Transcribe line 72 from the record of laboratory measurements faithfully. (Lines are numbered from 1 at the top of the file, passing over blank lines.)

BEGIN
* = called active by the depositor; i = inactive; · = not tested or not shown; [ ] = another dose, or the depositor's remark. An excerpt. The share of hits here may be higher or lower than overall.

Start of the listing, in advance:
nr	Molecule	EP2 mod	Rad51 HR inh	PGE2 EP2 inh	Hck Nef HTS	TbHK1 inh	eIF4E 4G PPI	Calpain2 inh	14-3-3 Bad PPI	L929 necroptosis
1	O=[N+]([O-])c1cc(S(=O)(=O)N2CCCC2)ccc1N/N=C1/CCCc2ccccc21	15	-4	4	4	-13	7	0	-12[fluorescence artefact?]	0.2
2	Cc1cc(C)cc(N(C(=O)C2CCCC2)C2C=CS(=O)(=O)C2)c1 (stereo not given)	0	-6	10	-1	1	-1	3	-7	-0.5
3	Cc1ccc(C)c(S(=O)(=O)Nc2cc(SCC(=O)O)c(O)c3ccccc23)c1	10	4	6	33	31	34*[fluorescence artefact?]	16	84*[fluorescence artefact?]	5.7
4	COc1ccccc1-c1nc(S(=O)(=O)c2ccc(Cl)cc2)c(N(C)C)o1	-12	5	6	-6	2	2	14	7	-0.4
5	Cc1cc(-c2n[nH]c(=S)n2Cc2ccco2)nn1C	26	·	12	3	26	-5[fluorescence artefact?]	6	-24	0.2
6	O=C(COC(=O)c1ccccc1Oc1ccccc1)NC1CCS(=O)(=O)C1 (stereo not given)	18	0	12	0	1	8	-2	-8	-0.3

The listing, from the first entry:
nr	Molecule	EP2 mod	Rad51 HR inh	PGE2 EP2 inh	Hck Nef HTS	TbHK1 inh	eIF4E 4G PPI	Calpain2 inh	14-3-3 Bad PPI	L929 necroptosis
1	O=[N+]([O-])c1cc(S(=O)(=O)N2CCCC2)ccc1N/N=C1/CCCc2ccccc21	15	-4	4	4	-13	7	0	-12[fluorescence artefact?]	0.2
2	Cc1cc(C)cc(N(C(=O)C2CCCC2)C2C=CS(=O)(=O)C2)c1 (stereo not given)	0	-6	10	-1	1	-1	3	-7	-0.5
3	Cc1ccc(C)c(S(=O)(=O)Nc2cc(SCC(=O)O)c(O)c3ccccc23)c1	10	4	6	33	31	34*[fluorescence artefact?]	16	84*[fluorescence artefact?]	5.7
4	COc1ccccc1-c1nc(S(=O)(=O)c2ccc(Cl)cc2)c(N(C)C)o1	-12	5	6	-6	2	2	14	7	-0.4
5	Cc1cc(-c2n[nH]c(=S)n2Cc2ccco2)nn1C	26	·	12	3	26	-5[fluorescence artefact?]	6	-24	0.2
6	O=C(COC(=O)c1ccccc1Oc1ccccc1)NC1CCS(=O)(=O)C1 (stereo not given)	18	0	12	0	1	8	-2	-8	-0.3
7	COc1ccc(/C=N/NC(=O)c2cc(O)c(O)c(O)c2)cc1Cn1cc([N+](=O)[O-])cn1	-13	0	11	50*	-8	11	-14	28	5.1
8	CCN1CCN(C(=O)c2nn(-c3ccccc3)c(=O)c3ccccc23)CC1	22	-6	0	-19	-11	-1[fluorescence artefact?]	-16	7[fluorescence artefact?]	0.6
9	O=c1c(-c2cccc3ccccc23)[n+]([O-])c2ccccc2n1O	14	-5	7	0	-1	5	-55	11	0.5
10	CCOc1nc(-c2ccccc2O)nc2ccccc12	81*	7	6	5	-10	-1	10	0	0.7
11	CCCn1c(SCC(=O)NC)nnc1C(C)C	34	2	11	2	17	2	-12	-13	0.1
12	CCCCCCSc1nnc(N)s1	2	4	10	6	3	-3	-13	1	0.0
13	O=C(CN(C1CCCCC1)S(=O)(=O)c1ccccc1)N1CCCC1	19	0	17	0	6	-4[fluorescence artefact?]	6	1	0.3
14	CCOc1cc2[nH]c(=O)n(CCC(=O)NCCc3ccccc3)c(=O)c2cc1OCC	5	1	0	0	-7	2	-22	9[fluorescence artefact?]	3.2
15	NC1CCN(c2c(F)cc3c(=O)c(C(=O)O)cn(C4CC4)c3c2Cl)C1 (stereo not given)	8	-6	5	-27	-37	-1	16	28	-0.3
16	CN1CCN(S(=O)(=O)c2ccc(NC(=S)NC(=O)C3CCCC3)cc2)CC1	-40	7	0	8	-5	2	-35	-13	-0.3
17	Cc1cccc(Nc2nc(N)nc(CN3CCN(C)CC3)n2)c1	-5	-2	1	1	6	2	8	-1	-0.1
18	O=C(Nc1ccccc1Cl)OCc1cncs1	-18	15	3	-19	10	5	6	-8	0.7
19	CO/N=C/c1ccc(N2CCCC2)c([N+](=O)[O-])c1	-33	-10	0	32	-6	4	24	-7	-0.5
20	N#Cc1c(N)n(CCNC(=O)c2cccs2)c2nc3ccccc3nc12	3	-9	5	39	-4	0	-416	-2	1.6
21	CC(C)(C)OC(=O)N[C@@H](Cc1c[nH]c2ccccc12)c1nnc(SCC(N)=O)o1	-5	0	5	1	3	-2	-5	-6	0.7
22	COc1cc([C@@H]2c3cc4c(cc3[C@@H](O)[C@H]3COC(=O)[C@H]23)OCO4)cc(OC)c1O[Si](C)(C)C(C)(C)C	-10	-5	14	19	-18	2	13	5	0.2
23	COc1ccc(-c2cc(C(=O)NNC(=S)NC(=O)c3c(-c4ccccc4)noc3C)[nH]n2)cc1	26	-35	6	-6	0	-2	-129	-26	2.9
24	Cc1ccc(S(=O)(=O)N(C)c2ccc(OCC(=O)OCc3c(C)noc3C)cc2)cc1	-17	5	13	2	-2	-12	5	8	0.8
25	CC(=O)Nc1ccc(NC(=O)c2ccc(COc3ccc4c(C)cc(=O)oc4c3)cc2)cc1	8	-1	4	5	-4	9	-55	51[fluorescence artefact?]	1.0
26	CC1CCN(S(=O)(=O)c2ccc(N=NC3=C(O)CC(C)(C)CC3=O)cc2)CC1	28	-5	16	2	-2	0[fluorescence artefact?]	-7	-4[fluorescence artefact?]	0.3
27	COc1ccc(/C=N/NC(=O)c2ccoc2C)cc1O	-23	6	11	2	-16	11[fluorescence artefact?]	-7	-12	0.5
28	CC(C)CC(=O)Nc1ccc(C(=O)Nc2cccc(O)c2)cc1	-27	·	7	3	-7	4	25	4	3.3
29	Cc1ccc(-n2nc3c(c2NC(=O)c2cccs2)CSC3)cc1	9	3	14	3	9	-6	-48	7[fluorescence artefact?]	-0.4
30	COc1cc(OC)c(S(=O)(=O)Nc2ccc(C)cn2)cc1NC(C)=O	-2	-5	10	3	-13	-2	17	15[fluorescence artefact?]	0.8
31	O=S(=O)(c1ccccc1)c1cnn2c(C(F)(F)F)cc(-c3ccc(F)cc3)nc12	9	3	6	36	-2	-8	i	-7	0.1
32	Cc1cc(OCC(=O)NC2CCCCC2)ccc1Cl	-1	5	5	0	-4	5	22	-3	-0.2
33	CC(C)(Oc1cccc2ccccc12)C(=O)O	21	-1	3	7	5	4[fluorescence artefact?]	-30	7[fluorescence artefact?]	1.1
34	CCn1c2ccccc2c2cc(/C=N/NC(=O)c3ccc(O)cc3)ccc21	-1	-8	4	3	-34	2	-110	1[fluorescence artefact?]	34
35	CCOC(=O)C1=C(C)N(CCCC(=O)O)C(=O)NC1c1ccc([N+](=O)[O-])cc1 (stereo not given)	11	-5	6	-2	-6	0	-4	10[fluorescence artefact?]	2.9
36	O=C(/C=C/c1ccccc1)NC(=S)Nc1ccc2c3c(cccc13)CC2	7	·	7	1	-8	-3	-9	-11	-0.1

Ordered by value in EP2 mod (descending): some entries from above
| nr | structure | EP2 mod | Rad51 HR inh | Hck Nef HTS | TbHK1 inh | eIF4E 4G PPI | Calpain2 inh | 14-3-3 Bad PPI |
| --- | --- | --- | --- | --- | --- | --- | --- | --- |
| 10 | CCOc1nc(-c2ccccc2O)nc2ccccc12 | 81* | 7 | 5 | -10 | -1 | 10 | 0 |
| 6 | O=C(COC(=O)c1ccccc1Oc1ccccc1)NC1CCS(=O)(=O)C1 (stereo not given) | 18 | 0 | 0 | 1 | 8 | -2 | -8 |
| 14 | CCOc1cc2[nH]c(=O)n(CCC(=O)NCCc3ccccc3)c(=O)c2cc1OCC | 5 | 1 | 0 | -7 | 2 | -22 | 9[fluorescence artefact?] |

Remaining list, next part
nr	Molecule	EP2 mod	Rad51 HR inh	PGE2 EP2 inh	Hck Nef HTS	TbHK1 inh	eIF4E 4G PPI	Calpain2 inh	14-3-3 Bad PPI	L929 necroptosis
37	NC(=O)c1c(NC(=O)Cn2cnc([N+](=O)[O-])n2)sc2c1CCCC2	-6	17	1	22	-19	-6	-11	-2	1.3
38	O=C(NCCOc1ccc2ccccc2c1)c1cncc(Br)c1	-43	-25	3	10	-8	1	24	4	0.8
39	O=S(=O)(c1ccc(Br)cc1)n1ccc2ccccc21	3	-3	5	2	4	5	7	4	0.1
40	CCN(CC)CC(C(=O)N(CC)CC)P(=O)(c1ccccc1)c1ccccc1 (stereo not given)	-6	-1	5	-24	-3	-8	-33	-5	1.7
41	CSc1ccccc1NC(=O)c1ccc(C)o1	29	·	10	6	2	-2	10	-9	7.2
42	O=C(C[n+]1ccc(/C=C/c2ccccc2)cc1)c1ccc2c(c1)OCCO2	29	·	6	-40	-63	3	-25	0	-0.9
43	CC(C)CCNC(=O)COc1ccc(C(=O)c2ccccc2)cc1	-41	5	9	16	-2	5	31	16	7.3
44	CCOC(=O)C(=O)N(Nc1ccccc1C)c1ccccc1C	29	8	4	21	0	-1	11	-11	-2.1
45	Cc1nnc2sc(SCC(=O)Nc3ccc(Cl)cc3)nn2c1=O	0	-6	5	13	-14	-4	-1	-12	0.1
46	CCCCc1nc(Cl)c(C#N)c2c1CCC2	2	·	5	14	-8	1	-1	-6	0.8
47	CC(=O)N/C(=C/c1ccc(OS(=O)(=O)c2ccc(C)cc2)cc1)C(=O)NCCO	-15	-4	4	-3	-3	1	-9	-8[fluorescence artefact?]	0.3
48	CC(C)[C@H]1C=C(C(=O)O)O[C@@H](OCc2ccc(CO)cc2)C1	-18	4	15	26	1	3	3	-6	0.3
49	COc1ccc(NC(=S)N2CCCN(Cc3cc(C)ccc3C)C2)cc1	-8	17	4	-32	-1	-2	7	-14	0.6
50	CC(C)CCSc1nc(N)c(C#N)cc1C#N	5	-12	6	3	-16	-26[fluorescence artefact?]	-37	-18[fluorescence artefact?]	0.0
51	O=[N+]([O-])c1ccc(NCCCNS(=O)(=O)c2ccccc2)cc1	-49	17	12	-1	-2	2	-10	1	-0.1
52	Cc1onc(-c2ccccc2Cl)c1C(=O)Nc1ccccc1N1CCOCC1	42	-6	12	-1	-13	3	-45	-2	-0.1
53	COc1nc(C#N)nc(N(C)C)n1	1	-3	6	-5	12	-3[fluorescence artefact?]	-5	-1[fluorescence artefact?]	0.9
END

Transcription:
53	COc1nc(C#N)nc(N(C)C)n1	1	-3	6	-5	12	-3[fluorescence artefact?]	-5	-1[fluorescence artefact?]	0.9